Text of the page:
Phil Taylor is a Conservative activist and former councillor in Ealing

In Ealing we were disappointed to go so far backwards at the recent local elections. We lost 12 seats. In neighbouring Hounslow the Conservatives lost 14 seats and Hammersmith and Fulham (LBHF)
Conservatives lost 11 seats so there was a West London thing going on
which I will come back to.

In 2006 we thought we were hot stuff winning the council on the back of very unpopular plans for a tram running down the Uxbridge Road and a 12 year Labour administration that had plumbed new depths of waste and incompetence leaving Ealing the dirtiest borough in London. Many people were surprised to see us lose control of the council in 2010 in spite of having a reputation for doing a good job and cleaning up the borough under Jason Stacey.  We were left with 24 seats spread across 11 wards.

This year we lost half our councillors.  We were perhaps guilty of trying to defend too large a territory in the face of a buoyant Labour Party locally that fights a very focussed all arms battle across the borough – and uses their two local MPs and their London Assembly Member effectively.  They had a paid organiser for 2010 and they have another one now – Joseph Brown of “I shot down that Zionist” fame.

Across the wards we fought we got 86 per cent of our 2006 vote which is not bad when you consider the negative effect of having your party in power and people kicking against it.  But that said we matched our 2006 vote in three seats where we were wiped out.

Meanwhile in these same wards Labour got 92 per cent of the vote that they got in 2010 when turnout was boosted by the coincidence of the general election.  It was a great performance that swept away half of our councillors. In the four wards where Labour was particularly well organised they exceeded their 2010 vote and took eight of our seats.  But they got 76 per cent of their 2010 vote in wards where we know they did absolutely nothing except put up candidates. No leaflets. Nothing. It wasn’t just organisation driving their vote. Their voters were motivated.

The Lib Dem vote held up very well in wards where they were defending councillors. They were very focussed on those three wards leaving undefended LibDem votes to break left and contribute to us losing five councillors in two wards.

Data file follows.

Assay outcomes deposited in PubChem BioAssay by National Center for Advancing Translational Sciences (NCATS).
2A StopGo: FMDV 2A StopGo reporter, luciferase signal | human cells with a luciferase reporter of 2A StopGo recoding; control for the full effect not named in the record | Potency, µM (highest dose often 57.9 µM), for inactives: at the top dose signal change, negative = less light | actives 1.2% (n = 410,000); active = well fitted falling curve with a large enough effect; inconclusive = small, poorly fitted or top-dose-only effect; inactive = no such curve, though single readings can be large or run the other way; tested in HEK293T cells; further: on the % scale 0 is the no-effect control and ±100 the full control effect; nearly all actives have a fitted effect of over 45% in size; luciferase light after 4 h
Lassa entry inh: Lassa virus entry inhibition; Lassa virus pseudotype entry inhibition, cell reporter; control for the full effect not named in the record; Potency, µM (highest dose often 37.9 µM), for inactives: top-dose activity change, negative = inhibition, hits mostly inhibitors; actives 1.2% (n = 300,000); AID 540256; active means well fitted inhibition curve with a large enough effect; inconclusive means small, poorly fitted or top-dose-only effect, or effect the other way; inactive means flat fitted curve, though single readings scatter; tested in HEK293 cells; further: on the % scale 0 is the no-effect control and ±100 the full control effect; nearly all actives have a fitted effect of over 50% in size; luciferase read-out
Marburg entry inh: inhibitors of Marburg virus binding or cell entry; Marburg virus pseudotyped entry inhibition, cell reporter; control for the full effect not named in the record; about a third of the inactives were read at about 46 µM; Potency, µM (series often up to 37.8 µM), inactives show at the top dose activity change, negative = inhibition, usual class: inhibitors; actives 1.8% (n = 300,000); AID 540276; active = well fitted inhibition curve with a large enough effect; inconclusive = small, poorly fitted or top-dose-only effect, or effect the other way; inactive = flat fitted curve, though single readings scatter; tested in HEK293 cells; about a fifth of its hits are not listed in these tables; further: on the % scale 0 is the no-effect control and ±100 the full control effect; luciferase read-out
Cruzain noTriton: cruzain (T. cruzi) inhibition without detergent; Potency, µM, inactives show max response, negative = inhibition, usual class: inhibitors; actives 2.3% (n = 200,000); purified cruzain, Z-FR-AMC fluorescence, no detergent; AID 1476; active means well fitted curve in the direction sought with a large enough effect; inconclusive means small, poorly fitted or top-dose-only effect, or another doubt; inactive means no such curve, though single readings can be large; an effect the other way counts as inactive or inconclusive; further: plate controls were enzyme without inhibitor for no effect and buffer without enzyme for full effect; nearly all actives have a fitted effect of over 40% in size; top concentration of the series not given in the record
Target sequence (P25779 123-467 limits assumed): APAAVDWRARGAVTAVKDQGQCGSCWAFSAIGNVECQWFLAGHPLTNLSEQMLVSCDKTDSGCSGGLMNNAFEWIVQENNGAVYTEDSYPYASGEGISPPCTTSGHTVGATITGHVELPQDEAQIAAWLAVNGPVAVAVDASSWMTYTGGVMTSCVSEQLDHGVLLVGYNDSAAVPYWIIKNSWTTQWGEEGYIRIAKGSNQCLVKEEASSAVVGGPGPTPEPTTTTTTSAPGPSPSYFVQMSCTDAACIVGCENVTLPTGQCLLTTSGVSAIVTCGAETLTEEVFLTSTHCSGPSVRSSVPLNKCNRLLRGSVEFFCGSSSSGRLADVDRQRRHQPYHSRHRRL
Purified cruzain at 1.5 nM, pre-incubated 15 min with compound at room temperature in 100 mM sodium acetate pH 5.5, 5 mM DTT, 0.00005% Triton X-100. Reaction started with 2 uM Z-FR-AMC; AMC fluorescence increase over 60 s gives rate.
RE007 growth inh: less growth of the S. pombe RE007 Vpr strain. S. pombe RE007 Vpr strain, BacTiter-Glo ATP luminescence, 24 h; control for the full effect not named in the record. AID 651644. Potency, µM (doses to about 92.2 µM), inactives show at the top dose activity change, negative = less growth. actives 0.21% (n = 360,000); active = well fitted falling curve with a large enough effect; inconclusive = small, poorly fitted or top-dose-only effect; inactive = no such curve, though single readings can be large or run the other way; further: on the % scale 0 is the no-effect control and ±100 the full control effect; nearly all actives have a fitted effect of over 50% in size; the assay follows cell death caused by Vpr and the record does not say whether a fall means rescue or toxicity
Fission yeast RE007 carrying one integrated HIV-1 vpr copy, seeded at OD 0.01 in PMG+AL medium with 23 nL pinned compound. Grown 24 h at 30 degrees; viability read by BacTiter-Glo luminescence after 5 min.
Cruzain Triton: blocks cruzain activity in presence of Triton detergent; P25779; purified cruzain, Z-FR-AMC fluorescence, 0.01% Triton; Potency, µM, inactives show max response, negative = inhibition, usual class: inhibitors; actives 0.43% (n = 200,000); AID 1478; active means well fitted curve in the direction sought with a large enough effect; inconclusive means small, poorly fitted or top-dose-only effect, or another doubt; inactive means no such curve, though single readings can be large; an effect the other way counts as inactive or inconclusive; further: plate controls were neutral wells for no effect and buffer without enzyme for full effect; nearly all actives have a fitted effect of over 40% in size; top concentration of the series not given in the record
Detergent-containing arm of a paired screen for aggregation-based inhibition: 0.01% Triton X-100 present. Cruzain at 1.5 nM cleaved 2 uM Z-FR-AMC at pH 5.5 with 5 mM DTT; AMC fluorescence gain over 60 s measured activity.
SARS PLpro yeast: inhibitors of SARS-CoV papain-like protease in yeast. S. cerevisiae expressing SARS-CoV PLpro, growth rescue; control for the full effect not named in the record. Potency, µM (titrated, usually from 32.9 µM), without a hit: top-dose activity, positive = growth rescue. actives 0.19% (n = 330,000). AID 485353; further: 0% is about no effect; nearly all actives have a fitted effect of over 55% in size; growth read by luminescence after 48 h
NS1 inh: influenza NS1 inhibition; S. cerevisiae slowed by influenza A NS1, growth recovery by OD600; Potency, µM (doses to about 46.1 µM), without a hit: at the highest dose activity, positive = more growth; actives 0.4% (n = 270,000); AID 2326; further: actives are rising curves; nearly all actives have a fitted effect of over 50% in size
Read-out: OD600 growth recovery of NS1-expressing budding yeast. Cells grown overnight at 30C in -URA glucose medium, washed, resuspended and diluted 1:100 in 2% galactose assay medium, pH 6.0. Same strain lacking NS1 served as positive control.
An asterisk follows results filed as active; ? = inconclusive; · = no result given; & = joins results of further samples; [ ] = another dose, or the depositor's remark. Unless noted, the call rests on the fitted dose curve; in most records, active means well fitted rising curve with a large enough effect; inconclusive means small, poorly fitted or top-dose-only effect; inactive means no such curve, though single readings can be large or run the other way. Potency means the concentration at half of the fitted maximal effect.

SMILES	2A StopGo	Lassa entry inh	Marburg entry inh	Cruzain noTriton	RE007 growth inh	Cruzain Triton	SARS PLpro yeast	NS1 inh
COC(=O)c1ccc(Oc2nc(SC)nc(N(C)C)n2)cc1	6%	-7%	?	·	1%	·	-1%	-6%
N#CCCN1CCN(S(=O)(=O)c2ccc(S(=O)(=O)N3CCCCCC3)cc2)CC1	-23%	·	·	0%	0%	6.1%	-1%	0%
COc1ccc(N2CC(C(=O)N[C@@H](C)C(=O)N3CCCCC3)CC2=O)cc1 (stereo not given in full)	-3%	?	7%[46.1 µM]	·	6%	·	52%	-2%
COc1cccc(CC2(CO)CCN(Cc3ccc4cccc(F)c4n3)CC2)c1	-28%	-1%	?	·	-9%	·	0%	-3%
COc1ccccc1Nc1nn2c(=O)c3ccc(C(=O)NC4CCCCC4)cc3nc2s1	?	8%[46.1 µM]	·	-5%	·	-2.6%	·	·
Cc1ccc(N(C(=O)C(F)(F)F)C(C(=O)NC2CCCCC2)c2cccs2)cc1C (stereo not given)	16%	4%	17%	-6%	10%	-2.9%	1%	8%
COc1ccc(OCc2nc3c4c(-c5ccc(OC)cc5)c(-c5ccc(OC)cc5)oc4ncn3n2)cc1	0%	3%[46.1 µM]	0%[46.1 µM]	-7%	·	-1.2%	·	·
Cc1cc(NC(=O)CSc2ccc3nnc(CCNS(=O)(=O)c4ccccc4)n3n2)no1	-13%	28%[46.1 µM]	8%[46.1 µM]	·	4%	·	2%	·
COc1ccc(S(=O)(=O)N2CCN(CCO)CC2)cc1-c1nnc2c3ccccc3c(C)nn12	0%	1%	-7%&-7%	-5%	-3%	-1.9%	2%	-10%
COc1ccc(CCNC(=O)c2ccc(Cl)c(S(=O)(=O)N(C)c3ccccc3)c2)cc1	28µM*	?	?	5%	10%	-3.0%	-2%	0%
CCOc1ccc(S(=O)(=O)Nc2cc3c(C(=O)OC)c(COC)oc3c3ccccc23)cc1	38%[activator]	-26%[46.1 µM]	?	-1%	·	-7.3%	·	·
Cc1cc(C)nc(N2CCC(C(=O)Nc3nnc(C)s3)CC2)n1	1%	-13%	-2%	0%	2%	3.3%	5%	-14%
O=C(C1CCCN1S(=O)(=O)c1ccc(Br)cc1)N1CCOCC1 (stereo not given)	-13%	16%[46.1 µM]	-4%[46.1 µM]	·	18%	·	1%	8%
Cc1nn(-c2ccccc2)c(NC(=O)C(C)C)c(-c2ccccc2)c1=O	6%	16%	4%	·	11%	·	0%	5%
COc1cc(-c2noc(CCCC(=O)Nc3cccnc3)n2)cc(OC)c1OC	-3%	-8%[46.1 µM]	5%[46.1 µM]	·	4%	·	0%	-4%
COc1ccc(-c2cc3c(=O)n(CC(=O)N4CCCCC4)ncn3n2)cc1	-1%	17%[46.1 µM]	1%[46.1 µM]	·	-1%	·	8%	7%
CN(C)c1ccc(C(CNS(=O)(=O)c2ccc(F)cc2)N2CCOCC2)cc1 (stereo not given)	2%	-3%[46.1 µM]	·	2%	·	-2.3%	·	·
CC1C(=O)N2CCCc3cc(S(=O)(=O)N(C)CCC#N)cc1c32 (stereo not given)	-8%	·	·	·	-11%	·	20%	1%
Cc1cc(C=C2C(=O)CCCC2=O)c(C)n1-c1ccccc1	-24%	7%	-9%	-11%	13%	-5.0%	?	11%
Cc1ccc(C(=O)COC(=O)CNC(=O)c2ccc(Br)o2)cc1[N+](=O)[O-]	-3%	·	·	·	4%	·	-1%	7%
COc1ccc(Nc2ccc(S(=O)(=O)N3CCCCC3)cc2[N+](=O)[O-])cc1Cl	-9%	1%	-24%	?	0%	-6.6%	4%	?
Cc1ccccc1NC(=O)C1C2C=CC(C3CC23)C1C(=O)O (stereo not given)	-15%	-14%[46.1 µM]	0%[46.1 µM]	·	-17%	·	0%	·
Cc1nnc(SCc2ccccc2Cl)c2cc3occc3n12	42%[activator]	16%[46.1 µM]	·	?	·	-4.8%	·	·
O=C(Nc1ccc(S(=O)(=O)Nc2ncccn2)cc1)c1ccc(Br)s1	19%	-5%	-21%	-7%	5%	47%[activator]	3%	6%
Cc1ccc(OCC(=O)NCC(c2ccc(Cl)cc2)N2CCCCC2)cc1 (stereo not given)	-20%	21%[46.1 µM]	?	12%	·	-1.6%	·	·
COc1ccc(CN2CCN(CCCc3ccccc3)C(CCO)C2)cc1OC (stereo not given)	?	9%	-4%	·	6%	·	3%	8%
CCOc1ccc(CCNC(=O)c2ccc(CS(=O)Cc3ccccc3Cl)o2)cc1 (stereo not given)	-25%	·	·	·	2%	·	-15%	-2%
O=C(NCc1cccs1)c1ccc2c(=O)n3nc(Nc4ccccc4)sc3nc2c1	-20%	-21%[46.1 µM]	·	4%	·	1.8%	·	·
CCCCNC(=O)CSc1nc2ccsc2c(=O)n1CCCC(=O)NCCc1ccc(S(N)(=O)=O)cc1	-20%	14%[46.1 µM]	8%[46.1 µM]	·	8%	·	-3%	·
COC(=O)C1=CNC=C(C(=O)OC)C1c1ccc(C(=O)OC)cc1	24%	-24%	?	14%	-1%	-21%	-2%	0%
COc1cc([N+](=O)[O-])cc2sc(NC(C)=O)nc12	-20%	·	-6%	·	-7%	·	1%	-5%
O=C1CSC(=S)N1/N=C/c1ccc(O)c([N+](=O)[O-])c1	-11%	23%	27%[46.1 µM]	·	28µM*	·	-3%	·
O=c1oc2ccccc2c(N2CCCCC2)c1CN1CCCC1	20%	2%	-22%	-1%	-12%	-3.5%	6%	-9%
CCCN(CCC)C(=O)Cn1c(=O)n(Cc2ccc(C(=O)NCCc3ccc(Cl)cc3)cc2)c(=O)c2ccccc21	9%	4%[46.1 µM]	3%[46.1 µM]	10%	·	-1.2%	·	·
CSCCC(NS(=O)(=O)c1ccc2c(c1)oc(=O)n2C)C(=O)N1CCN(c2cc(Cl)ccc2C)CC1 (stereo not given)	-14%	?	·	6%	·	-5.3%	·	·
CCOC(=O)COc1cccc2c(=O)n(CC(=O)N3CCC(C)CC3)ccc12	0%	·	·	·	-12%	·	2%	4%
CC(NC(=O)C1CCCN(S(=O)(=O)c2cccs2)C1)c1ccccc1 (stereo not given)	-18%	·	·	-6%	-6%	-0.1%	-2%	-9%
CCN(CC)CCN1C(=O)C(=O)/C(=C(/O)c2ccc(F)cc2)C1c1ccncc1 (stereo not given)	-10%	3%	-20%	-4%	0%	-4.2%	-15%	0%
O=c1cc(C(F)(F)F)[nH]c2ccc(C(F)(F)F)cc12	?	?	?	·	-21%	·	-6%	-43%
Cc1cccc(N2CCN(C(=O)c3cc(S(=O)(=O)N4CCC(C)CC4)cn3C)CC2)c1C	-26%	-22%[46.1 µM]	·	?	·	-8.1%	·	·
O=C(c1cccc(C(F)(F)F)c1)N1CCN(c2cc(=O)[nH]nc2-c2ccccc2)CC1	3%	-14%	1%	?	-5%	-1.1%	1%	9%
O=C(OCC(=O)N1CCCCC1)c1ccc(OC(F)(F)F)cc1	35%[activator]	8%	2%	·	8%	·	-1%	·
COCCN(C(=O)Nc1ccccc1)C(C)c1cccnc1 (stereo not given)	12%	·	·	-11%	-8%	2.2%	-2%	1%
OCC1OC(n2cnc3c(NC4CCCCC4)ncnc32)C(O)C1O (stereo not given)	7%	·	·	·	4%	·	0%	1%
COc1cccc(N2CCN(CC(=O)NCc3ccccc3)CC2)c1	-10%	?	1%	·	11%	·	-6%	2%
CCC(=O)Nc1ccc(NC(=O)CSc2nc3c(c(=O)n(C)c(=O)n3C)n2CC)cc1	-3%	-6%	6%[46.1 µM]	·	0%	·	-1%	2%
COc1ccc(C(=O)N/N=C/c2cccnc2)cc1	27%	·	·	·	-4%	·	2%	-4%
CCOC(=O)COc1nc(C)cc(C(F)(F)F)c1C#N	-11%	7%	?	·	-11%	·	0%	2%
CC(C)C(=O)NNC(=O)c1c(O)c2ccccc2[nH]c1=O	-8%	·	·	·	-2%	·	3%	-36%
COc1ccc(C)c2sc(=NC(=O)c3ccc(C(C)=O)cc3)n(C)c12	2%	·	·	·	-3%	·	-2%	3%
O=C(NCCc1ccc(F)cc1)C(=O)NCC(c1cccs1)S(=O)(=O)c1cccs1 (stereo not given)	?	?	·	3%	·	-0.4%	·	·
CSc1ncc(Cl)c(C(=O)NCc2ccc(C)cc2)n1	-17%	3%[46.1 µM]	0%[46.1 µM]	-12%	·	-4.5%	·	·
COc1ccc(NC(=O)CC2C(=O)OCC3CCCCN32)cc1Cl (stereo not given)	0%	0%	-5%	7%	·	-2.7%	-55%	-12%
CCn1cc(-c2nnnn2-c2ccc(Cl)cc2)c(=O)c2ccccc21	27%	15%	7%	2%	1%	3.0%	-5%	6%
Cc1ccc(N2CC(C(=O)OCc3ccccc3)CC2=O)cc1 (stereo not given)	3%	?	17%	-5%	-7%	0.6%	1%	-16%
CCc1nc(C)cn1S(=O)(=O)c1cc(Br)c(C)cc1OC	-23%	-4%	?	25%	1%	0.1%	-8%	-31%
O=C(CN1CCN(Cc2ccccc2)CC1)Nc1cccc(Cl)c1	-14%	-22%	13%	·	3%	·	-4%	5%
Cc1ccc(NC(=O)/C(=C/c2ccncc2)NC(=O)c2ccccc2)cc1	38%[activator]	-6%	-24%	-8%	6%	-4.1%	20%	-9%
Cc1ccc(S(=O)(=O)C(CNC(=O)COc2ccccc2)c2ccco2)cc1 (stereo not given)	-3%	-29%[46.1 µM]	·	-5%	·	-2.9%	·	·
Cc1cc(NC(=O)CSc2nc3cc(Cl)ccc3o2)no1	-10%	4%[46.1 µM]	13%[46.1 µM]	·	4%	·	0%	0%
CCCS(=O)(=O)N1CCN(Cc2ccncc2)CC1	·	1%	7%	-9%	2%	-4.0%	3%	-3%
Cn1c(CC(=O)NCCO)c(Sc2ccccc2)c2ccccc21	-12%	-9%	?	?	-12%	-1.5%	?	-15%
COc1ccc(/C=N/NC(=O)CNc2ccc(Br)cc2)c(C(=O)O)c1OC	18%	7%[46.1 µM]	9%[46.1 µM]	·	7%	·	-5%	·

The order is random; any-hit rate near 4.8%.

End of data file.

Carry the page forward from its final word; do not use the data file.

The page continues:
Whilst Labour’s organisation stood it in good stead they themselves claimed their victory was down to the hospitals campaign – protesting plans by the NHS to downgrade two local hospitals and close four A&Es.  Certainly the similar outcome in Hounslow and LBHF backs up this idea.  This was a campaign that local Conservatives enthusiastically participated in in large numbers until the point when the formal judicial review and Independent Reconfiguration Panel processes were exhausted and the Secretary of State made his announcement to keep two of the four A&Es.

Labour has been banging the NHS cuts drum for four years now and many would put Onkar Sahota’s defeat of Richard Barnes in the 2012 Ealing and Hillingdon GLA contest down to this effect. Labour’s knock up leaflets on 22nd May said: “Don’t let the Tories get away with closing your local hospitals”.

We have been unable to make the case that this programme is merely the local roll out of Labour’s own £20 billion Nicholson Challenge programme which was initiated in 2009 and included on page 4:3 of the 2010 Labour manifesto. The only relief we have had from the proposals locally is from Secretary of State, Jeremy Hunt, who has reprieved A&Es at Charing Cross and Ealing.  We have had no promise from Labour – only a blunt and dishonest refusal to admit the genesis of this scheme. No doubt Labour will keep on this subject over the next year.

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